Headaches are all too common — and often, hard to pinpoint. They can be caused by all sorts of things, from dehydration to sinus infections to eye strain. Unless they’re severe, occasional headaches usually aren’t cause for concern. But if you’re experiencing head pain more often, you’re probably eager to get to the bottom of it.
“It can be tricky to identify the cause of head pain,” says Shuhan Zhu, MD, a Mass General Brigham neurologist and clinical director of the John R. Graham Headache Center at Brigham and Women's Faulkner Hospital. “But if headaches are disrupting your life, you should seek care. There are effective treatments that can help you feel better.”
Dr. Zhu describes common headache disorders, and what to do about them.
What causes a headache? It’s complicated. There are many categories of headaches, some common and some rare. Headaches that occur on their own — not because of another medical problem — are known as primary headache disorders.
Most primary headaches belong to one of three types:
Cluster headaches (and other trigeminal autonomic cephalalgias)
Tension-type headaches are the most common type of primary headache. They typically share these features:
Symptoms: Pain generally ranges from mild to moderate.
Location: They can occur in the back of the head and neck, the front of the head and temples, or behind the eyes. Usually, they affect both sides of the head.
Cause: These headaches are often caused by stress or tension that leads to tightening of the muscles in the neck, face, or head. They can also be triggered by mood changes, anxiety, or lack of sleep.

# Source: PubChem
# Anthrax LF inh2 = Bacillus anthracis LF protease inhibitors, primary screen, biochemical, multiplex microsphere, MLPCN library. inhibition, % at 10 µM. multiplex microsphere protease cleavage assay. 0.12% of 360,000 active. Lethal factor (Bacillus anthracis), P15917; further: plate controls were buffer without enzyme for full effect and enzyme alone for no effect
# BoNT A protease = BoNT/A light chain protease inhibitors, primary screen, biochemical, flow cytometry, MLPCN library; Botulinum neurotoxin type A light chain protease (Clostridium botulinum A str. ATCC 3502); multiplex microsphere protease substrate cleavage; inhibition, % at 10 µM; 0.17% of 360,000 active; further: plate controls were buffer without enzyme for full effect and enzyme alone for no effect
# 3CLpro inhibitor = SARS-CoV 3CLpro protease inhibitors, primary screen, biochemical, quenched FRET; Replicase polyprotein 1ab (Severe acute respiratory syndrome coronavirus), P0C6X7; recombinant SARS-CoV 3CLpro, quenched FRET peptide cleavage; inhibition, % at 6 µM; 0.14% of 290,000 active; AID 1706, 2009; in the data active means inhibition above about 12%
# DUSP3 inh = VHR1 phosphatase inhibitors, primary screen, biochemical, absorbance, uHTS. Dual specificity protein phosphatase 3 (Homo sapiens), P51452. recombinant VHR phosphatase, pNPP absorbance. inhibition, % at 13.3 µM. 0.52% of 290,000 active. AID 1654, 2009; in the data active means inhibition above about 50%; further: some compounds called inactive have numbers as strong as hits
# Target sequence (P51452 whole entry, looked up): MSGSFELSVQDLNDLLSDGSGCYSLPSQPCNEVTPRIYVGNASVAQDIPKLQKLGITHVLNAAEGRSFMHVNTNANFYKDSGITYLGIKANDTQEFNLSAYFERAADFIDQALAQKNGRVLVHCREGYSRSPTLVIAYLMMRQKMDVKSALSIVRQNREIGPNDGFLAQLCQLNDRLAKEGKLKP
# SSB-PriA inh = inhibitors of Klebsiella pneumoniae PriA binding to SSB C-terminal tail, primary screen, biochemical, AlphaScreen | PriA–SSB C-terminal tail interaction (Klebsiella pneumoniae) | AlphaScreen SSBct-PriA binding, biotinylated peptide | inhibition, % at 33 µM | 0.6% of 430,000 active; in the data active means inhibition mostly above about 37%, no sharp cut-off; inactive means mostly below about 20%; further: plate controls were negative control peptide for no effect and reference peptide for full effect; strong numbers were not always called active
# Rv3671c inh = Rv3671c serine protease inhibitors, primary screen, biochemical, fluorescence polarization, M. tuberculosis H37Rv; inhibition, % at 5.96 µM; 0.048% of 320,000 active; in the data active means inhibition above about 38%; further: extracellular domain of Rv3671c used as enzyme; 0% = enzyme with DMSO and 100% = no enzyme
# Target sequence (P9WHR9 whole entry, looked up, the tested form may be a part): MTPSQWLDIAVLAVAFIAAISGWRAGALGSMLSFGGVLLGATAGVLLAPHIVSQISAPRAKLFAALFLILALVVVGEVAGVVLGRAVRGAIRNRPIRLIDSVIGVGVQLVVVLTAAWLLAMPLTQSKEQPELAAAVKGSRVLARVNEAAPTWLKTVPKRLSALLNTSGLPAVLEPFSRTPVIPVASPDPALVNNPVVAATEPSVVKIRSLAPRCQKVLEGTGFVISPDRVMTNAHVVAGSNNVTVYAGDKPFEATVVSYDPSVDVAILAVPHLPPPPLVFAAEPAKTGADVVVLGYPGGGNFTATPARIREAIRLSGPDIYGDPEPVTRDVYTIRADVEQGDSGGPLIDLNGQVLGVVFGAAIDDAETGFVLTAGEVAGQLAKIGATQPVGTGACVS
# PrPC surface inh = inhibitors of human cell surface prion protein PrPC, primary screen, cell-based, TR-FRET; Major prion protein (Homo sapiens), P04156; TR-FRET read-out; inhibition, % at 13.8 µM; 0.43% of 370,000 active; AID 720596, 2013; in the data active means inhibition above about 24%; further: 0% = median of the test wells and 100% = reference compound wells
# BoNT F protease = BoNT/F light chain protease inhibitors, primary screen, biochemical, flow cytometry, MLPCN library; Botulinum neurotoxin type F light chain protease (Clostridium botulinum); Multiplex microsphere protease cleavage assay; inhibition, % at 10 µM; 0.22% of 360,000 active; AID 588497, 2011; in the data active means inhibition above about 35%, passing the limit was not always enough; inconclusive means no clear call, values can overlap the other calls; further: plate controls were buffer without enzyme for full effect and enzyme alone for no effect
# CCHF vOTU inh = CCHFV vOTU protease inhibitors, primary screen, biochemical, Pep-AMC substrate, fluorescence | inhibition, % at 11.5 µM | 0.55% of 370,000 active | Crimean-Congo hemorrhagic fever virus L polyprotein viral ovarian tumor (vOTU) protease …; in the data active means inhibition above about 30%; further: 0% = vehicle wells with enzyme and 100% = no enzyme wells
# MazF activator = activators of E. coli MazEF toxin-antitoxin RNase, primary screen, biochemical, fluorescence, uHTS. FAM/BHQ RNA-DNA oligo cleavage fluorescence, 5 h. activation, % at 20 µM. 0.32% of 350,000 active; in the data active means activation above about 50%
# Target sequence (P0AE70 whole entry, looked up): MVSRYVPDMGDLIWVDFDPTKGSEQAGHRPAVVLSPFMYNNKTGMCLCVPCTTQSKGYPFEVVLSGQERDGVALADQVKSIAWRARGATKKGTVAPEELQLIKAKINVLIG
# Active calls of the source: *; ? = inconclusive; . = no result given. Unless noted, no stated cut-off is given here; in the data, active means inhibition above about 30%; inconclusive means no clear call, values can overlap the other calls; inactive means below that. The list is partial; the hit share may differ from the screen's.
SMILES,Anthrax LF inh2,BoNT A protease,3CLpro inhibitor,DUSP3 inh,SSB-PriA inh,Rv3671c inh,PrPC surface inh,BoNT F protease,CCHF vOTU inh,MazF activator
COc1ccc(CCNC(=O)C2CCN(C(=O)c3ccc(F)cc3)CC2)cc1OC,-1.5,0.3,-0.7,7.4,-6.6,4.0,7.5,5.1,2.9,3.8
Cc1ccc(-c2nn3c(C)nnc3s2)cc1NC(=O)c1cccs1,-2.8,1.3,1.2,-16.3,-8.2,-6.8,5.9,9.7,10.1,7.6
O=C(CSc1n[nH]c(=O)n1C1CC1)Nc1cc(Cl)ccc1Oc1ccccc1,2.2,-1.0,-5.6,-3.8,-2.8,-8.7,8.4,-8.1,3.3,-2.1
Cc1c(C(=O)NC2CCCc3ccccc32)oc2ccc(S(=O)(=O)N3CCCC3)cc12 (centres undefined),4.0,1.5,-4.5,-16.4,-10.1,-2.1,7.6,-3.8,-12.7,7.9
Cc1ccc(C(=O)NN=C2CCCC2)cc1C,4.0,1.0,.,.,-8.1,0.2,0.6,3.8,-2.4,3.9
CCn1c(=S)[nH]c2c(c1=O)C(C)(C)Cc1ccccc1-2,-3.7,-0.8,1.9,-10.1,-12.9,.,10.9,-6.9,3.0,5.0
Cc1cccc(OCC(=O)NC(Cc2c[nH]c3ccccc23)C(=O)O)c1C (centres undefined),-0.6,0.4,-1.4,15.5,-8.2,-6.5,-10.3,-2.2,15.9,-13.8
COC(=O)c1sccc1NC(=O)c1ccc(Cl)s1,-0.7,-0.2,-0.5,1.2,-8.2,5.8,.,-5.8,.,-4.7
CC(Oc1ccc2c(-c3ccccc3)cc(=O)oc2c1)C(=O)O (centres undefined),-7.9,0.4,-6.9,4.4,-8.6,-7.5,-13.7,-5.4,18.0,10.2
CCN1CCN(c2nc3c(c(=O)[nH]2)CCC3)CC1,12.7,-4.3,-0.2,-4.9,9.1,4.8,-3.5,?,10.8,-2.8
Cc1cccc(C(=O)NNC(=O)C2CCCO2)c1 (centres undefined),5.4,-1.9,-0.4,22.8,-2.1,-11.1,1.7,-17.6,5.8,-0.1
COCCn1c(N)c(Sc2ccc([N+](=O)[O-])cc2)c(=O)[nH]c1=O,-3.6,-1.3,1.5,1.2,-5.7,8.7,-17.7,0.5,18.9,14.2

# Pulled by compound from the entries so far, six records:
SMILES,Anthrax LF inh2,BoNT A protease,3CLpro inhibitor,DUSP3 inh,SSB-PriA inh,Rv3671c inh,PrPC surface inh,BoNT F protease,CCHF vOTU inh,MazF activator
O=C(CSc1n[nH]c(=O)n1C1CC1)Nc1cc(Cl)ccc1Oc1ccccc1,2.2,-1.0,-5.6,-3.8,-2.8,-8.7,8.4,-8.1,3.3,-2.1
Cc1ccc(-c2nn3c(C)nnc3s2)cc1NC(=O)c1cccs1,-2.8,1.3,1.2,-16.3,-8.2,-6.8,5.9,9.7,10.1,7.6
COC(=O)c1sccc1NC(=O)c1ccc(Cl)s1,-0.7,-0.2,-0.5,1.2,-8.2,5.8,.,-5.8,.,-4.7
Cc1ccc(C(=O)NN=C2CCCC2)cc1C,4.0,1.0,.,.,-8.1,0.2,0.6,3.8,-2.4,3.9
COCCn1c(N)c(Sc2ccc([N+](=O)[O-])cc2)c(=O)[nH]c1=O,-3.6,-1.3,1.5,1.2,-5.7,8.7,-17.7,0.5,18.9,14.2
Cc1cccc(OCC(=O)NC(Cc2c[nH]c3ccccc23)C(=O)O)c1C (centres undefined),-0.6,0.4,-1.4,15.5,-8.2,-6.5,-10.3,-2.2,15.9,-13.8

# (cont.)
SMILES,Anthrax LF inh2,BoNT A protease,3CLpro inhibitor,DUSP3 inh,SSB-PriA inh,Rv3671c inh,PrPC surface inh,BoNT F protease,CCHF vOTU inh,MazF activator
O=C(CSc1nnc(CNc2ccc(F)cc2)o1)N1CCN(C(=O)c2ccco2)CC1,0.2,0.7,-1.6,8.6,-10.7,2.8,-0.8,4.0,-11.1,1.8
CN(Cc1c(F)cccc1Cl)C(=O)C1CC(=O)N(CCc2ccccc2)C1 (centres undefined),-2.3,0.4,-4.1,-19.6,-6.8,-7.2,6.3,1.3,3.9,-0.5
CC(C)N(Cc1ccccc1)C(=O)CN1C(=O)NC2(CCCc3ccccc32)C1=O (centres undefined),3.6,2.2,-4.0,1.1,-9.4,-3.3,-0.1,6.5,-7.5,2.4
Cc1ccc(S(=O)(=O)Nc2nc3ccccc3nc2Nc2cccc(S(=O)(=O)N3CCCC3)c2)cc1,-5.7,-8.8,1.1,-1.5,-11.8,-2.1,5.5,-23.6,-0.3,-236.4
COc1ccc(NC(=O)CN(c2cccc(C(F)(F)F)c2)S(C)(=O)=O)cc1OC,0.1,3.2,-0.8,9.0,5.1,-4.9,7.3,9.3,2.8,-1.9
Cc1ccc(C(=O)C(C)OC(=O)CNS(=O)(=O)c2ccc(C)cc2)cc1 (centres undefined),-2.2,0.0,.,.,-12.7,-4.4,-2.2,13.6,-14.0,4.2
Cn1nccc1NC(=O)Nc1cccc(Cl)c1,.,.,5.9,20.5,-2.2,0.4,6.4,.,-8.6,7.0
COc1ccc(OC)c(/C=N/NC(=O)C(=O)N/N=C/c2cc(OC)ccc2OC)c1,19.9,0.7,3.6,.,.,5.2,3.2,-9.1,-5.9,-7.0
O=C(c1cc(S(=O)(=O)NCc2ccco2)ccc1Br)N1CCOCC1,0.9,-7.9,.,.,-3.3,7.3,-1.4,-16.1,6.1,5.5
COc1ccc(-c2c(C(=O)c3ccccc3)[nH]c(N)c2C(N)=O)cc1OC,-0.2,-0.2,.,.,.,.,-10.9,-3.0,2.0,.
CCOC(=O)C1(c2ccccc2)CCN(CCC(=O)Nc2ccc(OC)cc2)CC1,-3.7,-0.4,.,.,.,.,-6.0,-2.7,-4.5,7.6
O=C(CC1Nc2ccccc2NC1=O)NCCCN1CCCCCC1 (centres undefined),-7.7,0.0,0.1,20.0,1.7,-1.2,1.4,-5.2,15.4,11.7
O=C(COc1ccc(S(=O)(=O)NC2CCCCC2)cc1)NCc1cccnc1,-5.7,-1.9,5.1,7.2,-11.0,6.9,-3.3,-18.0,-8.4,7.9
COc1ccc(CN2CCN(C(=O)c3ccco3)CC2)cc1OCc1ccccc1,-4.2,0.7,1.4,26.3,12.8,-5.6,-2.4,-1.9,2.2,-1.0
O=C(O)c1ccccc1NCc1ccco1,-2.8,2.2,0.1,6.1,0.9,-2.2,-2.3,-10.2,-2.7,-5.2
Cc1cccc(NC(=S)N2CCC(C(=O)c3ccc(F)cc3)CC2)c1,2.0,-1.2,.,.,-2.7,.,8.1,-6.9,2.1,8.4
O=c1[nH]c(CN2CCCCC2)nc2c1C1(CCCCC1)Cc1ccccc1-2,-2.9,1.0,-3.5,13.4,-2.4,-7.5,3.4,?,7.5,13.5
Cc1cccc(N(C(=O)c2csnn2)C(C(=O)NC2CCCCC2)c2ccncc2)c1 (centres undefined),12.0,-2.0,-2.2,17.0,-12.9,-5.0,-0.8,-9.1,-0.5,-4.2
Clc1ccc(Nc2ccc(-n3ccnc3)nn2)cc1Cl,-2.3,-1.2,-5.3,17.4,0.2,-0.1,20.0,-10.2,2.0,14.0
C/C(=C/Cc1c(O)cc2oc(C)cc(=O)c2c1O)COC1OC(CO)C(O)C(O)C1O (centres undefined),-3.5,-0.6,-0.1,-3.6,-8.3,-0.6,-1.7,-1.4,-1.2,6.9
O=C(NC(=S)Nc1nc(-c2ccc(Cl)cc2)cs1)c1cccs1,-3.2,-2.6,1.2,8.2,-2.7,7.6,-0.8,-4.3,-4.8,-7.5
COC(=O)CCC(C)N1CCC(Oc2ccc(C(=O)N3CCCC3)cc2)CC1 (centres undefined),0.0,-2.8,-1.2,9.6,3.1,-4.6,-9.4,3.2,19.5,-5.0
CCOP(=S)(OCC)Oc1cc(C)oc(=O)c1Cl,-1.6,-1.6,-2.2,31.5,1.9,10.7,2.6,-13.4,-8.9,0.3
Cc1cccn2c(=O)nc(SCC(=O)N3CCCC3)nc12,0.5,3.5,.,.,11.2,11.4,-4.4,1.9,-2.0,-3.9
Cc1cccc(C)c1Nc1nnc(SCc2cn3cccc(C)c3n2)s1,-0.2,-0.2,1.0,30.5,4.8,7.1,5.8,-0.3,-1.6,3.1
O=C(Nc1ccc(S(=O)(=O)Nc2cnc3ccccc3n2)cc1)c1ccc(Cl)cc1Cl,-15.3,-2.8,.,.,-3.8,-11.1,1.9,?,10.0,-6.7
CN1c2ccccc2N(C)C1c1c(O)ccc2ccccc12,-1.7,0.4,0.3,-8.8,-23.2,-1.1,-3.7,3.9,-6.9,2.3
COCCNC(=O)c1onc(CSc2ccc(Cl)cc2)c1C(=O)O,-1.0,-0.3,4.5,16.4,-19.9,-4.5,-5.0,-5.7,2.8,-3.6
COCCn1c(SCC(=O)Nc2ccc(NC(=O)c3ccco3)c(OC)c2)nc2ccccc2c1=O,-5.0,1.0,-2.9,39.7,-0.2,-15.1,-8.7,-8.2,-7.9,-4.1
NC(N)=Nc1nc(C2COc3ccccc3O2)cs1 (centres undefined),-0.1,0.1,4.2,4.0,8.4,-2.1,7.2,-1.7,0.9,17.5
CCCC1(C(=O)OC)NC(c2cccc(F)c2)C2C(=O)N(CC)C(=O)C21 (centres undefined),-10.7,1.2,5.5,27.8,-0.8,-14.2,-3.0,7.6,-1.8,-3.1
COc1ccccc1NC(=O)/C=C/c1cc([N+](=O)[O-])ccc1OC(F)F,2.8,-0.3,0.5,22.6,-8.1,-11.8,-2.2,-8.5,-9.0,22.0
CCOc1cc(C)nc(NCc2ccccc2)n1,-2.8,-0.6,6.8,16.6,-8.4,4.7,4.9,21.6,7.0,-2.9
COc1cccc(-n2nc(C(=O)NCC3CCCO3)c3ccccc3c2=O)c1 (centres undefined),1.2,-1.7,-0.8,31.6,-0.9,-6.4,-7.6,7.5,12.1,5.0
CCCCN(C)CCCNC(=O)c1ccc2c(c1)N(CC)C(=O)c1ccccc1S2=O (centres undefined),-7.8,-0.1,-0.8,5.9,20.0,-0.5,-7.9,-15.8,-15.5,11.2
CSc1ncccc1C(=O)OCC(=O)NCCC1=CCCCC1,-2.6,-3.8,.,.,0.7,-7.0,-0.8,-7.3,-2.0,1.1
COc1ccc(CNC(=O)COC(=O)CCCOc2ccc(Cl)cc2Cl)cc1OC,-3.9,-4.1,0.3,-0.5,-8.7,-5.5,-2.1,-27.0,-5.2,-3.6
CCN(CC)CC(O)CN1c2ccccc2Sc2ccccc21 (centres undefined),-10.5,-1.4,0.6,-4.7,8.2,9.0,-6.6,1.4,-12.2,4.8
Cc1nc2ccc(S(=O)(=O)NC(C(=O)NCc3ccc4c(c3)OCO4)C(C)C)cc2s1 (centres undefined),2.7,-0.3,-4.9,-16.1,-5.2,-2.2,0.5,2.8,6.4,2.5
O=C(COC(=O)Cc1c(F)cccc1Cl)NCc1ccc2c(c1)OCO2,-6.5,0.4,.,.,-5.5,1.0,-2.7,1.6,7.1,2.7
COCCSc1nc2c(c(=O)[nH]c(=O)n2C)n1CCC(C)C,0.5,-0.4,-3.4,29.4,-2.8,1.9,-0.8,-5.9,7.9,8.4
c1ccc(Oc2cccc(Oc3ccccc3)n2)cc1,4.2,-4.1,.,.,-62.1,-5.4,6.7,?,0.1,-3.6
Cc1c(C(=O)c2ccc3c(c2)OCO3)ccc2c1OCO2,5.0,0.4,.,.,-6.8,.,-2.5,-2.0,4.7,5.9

Who’s affected: Tension-type headaches are common throughout life. They can begin in childhood or adolescence and continue throughout adulthood.
Duration: Untreated, tension-type headaches can last from hours to days.
Migraine is the second-most common type of primary headache. But because they tend to be more severe, they are the most frequent reason that patients come to headache clinics, Dr. Zhu says.
Migraine is a recurrent type of headache usually characterized by these features:
Symptoms: Migraines cause pulsing pain that is moderate to severe in intensity. They are often associated with nausea and vomiting, and sensitivity to light, noise, and odors. Migraines can also cause vision changes known as aura.
Location: Migraines are more likely to occur on just one side of the head than tension-type headache. Pain can happen anywhere in the head.
Cause: Migraines have a strong genetic component, and they tend to run in families. Even if you don’t have a family health history of migraines, other factors can also increase risk. For example, people who experience traumatic events early in life have a higher risk of developing migraines as adults.